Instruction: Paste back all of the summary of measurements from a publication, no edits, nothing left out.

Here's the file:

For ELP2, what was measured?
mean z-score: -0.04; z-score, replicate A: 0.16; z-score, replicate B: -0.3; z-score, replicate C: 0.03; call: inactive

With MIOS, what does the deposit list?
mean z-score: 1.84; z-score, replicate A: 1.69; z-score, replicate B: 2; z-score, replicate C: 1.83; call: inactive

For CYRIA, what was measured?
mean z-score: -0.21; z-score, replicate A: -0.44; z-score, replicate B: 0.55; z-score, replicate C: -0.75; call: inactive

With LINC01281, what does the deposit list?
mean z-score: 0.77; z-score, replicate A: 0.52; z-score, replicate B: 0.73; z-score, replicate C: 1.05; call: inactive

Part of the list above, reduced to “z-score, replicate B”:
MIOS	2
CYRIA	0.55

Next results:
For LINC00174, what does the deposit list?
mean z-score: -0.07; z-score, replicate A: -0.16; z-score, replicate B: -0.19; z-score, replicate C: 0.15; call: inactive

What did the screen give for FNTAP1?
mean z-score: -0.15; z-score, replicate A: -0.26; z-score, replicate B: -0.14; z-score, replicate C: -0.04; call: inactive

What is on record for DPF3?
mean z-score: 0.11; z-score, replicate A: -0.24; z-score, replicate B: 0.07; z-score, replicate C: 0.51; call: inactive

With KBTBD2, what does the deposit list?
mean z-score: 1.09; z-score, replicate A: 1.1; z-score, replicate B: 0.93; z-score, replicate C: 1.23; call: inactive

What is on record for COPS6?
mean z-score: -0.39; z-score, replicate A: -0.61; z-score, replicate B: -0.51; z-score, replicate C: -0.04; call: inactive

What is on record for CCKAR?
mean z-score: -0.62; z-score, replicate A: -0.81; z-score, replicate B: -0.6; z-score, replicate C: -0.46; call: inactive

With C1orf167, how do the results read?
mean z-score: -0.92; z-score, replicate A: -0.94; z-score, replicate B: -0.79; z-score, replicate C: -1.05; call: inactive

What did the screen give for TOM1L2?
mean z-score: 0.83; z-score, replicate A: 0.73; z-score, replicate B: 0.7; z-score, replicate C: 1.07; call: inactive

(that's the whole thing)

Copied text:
For ELP2, what was measured?
mean z-score: -0.04; z-score, replicate A: 0.16; z-score, replicate B: -0.3; z-score, replicate C: 0.03; call: inactive

With MIOS, what does the deposit list?
mean z-score: 1.84; z-score, replicate A: 1.69; z-score, replicate B: 2; z-score, replicate C: 1.83; call: inactive

For CYRIA, what was measured?
mean z-score: -0.21; z-score, replicate A: -0.44; z-score, replicate B: 0.55; z-score, replicate C: -0.75; call: inactive

With LINC01281, what does the deposit list?
mean z-score: 0.77; z-score, replicate A: 0.52; z-score, replicate B: 0.73; z-score, replicate C: 1.05; call: inactive

Part of the list above, reduced to “z-score, replicate B”:
MIOS	2
CYRIA	0.55

Next results:
For LINC00174, what does the deposit list?
mean z-score: -0.07; z-score, replicate A: -0.16; z-score, replicate B: -0.19; z-score, replicate C: 0.15; call: inactive

What did the screen give for FNTAP1?
mean z-score: -0.15; z-score, replicate A: -0.26; z-score, replicate B: -0.14; z-score, replicate C: -0.04; call: inactive

What is on record for DPF3?
mean z-score: 0.11; z-score, replicate A: -0.24; z-score, replicate B: 0.07; z-score, replicate C: 0.51; call: inactive

With KBTBD2, what does the deposit list?
mean z-score: 1.09; z-score, replicate A: 1.1; z-score, replicate B: 0.93; z-score, replicate C: 1.23; call: inactive

What is on record for COPS6?
mean z-score: -0.39; z-score, replicate A: -0.61; z-score, replicate B: -0.51; z-score, replicate C: -0.04; call: inactive

What is on record for CCKAR?
mean z-score: -0.62; z-score, replicate A: -0.81; z-score, replicate B: -0.6; z-score, replicate C: -0.46; call: inactive

With C1orf167, how do the results read?
mean z-score: -0.92; z-score, replicate A: -0.94; z-score, replicate B: -0.79; z-score, replicate C: -1.05; call: inactive

What did the screen give for TOM1L2?
mean z-score: 0.83; z-score, replicate A: 0.73; z-score, replicate B: 0.7; z-score, replicate C: 1.07; call: inactive